Americans Wary of Future Science Designed to “Enhance” Human Species

Wednesday, July 27, 2016
(photo: Peter Sherrard via Getty Images)


By Gina Kolata, New York Times


Americans aren’t very enthusiastic about using science to enhance the human species. Instead, many find it rather creepy.


A new survey by the Pew Research Center shows a profound distrust of scientists, a suspicion about claims of progress and a real discomfort with the idea of meddling with human abilities. The survey also opens a window into the public’s views on what it means to be a human being and what values are important.


Pew asked about three techniques that might emerge in the future but that are not even close to ready now: using gene editing to protect babies from disease, implanting chips in the brain to improve people’s ability to think, and transfusing synthetic blood that would enhance performance by increasing speed, strength and endurance.


The public was unenthusiastic on all counts, even about protecting babies from disease. Most, at least seven out of 10, thought scientists would rush to offer each of the technologies before they had adequately tested or even understood them.


Two-thirds say they would not want the enhancement technologies for themselves. And even though genetic manipulations appear more frightening than a chip or artificial blood, which might be removed, the public finds it slightly more acceptable to change a baby’s genes than to enhance human abilities.


Religiosity affected attitudes on these issues. The more religious people said they were, the less likely they were to want genetic alterations of babies or technologies to enhance adults. The differences were especially pronounced between evangelical Protestants and people who said they were atheists or agnostics.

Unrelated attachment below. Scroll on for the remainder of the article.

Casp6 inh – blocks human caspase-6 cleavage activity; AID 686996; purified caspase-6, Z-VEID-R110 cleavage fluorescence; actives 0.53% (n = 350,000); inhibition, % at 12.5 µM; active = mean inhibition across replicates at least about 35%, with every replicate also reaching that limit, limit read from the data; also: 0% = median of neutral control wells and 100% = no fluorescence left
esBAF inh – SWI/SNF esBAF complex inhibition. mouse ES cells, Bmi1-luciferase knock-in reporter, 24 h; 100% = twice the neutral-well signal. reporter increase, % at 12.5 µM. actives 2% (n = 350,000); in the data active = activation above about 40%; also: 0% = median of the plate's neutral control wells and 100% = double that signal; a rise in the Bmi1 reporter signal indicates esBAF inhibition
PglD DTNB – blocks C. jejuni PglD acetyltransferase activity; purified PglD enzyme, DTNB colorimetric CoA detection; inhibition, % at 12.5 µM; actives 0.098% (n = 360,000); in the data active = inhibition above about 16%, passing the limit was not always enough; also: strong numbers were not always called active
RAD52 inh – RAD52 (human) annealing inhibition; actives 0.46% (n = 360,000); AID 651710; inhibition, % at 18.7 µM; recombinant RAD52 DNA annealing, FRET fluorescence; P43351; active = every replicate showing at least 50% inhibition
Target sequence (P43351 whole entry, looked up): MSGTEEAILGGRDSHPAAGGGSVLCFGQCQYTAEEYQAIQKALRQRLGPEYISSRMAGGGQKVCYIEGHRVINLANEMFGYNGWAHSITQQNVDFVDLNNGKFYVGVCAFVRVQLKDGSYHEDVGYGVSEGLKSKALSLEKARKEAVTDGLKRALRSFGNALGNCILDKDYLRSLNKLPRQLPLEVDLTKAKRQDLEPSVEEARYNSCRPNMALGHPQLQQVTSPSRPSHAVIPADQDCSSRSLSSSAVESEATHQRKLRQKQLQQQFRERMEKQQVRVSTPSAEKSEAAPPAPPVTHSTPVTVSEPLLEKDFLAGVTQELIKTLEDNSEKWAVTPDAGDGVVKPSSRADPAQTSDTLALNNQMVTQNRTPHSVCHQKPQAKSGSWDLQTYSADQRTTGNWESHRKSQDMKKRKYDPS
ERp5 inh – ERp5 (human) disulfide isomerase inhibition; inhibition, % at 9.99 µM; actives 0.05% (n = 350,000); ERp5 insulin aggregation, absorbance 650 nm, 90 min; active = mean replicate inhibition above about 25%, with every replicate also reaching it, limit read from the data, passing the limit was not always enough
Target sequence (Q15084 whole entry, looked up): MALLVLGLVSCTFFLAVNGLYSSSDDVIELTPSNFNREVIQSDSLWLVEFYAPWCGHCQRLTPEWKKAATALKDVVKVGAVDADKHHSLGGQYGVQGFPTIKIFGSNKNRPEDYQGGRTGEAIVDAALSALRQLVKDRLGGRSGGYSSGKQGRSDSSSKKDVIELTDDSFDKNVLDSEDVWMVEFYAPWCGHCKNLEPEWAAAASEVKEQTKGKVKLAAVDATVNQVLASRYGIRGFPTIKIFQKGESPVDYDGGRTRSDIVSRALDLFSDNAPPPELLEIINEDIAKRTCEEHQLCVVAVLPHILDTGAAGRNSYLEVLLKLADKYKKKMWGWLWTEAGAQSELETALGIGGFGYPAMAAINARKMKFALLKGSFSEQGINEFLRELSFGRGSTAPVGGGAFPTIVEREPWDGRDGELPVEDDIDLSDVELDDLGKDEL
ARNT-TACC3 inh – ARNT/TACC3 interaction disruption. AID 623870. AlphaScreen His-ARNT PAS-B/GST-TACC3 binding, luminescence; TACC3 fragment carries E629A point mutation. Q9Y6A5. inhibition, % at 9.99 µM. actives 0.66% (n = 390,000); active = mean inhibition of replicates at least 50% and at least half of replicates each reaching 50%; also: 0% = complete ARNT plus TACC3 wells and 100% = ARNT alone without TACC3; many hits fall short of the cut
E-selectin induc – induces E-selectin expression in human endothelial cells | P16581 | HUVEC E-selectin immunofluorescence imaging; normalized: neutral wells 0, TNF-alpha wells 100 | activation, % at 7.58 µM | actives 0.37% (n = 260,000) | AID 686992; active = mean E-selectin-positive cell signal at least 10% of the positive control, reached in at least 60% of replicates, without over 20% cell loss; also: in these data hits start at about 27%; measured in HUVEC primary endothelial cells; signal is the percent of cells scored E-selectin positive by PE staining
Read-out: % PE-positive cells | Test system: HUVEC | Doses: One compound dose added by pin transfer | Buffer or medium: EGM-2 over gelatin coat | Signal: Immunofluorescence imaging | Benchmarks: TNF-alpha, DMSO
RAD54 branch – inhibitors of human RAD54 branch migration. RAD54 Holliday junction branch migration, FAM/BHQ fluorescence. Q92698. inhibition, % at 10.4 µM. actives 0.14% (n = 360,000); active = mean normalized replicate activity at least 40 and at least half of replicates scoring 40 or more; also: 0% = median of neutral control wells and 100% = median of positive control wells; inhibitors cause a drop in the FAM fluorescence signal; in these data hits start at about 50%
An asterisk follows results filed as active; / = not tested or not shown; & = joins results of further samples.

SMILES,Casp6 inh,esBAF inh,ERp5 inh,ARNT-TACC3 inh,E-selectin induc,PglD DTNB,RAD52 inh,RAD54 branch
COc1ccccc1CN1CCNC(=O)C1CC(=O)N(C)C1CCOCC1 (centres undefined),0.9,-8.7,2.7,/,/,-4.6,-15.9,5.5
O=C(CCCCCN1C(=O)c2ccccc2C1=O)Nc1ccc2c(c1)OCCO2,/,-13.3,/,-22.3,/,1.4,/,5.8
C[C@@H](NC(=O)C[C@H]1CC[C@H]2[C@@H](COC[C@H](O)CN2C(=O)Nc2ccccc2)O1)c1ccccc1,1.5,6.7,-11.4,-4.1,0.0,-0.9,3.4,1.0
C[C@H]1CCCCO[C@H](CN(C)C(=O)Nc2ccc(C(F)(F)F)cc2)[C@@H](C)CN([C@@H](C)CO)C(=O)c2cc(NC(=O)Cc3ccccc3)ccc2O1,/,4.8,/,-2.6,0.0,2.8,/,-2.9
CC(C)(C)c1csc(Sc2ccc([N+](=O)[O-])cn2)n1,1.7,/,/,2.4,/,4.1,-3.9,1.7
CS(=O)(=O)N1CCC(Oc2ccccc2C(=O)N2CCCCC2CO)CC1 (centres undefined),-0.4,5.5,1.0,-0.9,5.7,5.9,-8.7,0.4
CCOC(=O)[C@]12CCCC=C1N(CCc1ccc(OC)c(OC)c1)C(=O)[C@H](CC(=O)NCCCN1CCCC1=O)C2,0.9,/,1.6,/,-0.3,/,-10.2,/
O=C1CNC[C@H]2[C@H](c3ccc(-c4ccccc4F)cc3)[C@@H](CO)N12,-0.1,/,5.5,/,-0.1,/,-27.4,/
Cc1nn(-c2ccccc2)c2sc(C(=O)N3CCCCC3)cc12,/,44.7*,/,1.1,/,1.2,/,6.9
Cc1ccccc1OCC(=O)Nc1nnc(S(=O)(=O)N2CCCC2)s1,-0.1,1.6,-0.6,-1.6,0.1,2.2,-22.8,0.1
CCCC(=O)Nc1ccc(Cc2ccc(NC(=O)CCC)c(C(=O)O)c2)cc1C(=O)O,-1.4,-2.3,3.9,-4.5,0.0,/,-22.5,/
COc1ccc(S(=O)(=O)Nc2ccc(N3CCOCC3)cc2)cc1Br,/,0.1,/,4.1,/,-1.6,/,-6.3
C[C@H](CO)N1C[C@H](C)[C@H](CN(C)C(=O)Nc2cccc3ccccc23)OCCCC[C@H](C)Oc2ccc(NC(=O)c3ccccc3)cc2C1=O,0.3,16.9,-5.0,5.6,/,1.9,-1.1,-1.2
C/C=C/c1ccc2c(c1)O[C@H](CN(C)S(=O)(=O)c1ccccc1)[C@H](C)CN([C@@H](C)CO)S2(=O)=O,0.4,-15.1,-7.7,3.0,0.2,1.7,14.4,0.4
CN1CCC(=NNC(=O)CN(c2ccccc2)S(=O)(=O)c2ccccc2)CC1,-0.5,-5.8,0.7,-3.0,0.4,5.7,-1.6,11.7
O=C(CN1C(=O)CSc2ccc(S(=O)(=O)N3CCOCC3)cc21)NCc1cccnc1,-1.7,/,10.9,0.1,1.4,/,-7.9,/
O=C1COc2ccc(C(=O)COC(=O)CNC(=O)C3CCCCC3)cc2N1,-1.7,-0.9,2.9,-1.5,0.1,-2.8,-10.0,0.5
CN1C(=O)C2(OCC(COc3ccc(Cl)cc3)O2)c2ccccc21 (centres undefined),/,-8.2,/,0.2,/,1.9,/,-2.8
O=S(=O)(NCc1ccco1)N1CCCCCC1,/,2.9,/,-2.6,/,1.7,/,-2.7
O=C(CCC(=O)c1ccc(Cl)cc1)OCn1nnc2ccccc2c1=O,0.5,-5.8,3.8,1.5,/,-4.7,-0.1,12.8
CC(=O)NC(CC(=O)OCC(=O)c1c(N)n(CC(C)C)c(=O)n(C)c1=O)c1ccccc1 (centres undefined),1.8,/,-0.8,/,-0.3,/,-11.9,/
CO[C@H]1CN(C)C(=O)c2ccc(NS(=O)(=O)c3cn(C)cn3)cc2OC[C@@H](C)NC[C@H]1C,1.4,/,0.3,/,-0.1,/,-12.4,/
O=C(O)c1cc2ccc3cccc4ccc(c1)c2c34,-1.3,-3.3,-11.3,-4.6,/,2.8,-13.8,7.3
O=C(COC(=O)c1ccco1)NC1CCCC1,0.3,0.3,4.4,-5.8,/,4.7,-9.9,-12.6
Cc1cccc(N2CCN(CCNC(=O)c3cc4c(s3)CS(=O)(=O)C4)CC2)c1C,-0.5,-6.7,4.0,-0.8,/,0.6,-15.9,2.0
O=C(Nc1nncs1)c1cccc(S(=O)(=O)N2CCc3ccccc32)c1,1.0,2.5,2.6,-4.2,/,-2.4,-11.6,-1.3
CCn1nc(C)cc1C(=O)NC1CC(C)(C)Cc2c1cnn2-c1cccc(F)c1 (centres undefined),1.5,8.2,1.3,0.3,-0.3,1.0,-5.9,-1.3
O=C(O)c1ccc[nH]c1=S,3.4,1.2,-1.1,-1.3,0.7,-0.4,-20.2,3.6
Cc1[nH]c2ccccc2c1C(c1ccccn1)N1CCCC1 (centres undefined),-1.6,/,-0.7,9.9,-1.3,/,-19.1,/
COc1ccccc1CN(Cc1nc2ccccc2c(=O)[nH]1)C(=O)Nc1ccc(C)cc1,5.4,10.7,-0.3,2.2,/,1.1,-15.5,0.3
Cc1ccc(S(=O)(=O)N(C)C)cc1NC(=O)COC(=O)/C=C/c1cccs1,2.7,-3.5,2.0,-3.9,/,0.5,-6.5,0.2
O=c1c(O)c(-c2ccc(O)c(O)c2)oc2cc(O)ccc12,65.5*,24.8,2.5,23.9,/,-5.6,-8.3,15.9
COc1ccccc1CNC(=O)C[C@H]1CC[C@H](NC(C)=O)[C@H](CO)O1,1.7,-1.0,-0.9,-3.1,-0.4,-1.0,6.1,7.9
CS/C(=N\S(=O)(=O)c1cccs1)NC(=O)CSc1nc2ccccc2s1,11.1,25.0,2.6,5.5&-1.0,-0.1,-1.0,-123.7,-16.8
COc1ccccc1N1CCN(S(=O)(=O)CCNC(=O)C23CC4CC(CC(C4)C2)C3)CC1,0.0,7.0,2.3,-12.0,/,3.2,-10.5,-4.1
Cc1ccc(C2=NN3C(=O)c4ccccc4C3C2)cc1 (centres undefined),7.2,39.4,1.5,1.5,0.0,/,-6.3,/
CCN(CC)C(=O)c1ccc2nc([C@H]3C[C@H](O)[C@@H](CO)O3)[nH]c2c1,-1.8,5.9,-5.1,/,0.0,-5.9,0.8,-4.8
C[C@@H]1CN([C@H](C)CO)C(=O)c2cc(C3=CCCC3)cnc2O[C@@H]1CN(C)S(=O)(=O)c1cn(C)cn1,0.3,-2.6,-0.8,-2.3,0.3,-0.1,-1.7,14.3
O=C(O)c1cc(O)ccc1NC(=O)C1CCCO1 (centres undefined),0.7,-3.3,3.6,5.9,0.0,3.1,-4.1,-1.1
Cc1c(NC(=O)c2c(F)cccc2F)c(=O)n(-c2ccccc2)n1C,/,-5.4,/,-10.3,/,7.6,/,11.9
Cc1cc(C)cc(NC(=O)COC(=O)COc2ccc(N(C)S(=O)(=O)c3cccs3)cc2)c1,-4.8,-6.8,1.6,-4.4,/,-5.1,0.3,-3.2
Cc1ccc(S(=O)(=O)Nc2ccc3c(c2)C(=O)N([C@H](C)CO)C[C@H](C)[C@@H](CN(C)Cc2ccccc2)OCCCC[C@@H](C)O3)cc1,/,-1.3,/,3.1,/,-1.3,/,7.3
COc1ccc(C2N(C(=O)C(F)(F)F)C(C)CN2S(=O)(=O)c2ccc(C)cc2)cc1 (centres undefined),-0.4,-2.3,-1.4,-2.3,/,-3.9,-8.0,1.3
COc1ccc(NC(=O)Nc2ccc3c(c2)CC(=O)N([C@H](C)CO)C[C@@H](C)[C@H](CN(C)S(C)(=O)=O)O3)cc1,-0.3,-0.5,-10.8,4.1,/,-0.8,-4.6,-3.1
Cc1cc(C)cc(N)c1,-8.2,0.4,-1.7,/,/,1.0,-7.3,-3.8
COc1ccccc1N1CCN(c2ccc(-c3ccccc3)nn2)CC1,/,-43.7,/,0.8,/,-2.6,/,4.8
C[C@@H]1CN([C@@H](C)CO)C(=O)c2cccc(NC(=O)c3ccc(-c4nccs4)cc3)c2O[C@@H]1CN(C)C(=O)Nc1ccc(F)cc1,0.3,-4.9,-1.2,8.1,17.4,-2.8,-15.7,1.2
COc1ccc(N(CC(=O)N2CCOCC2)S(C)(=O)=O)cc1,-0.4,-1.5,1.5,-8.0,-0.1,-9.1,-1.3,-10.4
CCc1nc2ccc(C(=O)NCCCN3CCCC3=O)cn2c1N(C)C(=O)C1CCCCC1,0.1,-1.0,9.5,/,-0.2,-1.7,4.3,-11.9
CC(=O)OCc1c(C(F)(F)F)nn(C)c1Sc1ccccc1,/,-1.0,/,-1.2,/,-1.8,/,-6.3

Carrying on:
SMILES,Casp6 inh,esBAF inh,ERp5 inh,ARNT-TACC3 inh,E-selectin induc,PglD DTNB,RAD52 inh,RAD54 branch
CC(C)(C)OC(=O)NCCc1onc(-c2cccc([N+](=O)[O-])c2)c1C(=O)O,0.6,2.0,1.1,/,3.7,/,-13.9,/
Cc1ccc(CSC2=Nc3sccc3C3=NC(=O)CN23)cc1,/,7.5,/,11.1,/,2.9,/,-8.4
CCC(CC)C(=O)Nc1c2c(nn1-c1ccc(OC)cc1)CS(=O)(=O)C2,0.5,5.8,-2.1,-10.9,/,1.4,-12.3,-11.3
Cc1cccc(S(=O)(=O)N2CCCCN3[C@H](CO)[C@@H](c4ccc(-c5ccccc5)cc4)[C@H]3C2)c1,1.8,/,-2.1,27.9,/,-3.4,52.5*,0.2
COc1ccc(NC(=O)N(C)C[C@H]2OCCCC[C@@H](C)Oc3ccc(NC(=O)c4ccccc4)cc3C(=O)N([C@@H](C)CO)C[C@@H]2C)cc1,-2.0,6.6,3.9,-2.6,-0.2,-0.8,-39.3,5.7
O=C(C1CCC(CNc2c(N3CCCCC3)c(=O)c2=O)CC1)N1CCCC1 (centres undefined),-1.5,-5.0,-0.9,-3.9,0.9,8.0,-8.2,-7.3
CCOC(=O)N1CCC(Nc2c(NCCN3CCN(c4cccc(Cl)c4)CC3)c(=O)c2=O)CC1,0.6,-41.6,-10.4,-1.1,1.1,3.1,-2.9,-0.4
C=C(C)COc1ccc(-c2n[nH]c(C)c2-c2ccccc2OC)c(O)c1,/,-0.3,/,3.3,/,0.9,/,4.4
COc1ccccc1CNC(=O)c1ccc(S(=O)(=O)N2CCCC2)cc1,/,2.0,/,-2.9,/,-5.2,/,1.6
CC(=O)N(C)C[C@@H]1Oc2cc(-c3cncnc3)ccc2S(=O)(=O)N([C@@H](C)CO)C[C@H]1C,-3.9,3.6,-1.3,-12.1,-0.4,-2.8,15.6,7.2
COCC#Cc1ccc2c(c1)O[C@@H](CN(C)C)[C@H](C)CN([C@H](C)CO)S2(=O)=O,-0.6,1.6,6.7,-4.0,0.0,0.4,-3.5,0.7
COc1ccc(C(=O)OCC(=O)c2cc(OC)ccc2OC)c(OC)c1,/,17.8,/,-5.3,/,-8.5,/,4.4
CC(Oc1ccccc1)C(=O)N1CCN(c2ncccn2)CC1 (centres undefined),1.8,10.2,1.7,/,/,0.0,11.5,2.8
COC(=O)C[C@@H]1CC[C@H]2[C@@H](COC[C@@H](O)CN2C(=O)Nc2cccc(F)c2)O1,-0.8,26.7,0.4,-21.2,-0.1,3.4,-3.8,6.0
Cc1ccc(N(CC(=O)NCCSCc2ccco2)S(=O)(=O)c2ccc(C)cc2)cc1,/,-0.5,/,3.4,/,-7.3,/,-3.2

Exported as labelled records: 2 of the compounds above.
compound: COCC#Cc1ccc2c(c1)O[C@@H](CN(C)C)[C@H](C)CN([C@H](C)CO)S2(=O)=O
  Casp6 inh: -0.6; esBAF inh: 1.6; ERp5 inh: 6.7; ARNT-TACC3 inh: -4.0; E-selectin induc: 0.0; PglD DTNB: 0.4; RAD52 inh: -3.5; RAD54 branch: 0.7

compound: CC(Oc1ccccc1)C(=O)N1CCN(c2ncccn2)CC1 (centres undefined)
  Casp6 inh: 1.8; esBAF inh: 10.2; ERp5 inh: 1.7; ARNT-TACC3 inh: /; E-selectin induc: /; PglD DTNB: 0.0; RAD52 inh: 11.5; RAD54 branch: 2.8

For example, 63 percent of evangelical Protestants said gene editing to protect babies from serious diseases was meddling with nature. In contrast, 81 percent of atheists and 80 percent of agnostics said it was not fundamentally different from other ways humans have tried to better themselves.


Cary Funk, an associate director at Pew and lead researcher for the survey, said she was surprised by the extent of the public’s worries. “These are appealing ideas: being healthier, improved minds, improved bodies,” she said. And she was surprised that the public seemed nearly equally worried about all three of the technologies. After all, she said, “these are three different kinds of technologies, for different purposes.”


The survey queried a nationally representative sample of 4,700 adults, supplemented by discussions with six focus groups.


Much of the concern about enhancement reflects worries about doing something that seems unnatural, a worry that shows up in many contexts. For example, it is legal for athletes to sleep in low-oxygen altitude tents to develop more red blood cells, which enhance performance.


But it is not legal for them to use the hormone EPO to achieve the same effect. And it ties in to distrust of scientists and corporations trying to sell a product. It is the sort of distrust that is reflected in the controversy over genetically modified organisms. For years scientists and companies have insisted that foods containing GMOs are safe, but many people do not believe them. In another recent Pew survey, 88 percent of scientists said it was safe to eat these foods, but only 37 percent of the general public thought it was.